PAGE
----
Lemma: Sum(k=0,k=n-1) z^k.w^(n-k-1) = (z^n - w^n)/(z - w) for z <> w Proof. Let: f_n(z,w) = Sum(k=0,k=n-1) z^k.w^(n-k-1) z.f_n(z,w) = Sum(k=0,k=n-1) z^(k+1).w^(n-k-1) = z.w^(n-1) + z^2.w^(n-2) + .. + z^(n-1).w + z^n w.f_n(z,w) = Sum(k=0,k=n-1) z^k.w^(n-k) = w^n + z.w^(n-1) + z^2.w^(n-2) + .. + z^(n-1).w ---------------------------------------------------------------------- (z - w).f_n(z,w) = - w^n + z^n Lemma: Sum(k=0,k=n-1) z^k.z^(n-k-1) = f_n(z,z) = n.z^(n-1) for z = w Define: F(z,w) = Sum(n=0,n=oo) c_n . f_n(z,w)Published in 'sci.math': Theorem (HdB). Any Smoothed Complex Series is an Entire Function.
Lemma 2.1. (ML Inequality) on page 18: L is the length of γ . But this can only be the case if γ is not, for example, a Space-filling curve, with "infinite" length L . Curves called rectifiable are mentioned, but not explained, in the book on page 16.
Example on page 20 shows that ∫_{γ}
dz / z = 2π.i where γ : [0,2π] => C is γ(t) =
r.e^{i.t} with real r > 0 .
Nice place to hook in and show that,
with the same closed curve (being a circle with radius r) :
∫_{γ} z^{m} dz = 0 or 2π.i and the latter
only for m = -1 , where m is an integer. Enhance and repeat:
So, indeed it is in some sense hust about the only way to get something
nonzero by integrating an analytic function with an "isolated singularity" over
a closed curve.
On the same page, it reads: we have not given a definition of what it means
for a point to lie "inside" a closed curve. In fact we will not be giving any
such definition. Everybody seems to be affraid of the Jordan curve theorem.
As a consequence of the paranoia, concepts which are intuitively clear - like
"inside / outside" - are rather dismissed as "undefined". Irritating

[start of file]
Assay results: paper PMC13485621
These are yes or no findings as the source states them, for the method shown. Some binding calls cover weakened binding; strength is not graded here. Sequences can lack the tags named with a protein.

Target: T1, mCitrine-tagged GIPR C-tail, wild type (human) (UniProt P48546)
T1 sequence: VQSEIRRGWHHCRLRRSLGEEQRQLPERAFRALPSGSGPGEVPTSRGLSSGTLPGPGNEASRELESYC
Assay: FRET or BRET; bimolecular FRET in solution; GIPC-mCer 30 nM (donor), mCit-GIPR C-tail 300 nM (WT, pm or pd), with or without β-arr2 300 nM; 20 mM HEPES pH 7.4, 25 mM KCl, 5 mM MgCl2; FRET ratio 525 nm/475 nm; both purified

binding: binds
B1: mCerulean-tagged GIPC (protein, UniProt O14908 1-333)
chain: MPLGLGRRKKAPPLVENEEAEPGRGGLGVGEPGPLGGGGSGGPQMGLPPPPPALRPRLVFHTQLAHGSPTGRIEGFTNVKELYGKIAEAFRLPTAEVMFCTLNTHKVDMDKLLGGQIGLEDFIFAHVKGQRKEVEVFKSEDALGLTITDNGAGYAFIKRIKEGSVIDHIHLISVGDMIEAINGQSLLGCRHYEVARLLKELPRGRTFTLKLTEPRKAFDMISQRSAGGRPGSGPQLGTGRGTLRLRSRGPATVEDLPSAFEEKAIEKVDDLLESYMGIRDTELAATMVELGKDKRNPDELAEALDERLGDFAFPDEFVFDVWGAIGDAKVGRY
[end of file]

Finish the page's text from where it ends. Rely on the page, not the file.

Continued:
in the first place. And not quite neccessary as well. It makes content of CMS
more difficult to absorb. And it distracts attention from issues more relevant
than this.
Worse. Spending so much effort on the generality of (closed) curves needed to evaluate the complex line integrals, it sounds like a worthwile undertaking, but it isn't. The reason is the following. A theory called Lissajous Analysis shows that any closed smooth curve can be represented by a Fourier Series, which is the same as a Complex Laurent Series specified for the unit circle. The reverse is also true. Any complex Laurent series, when specified for the unit circle, represents a closed smooth curve. Actually it means that a line integral over an arbitrary smooth closed curve can always be converted into a line integral over the unit circle:
∫_{γ} f(z) dz = ∫_{O} f(γ(z)) γ'(z) dz
An argument remotely similar to the above is found in CMS on page 80 as Theorem 5.1 (The Argument Principle). Oh well, not even remotely, it seems ..
So what are we interested in? More complicated contours or complicated complex
functions? I wouldn't vote for the extreme and ONLY admit integrations over the
unit circle. But the above shows that a constraint to, say, simple closed curves
is very much reasonable. And that the reverse strategy - complicated contours -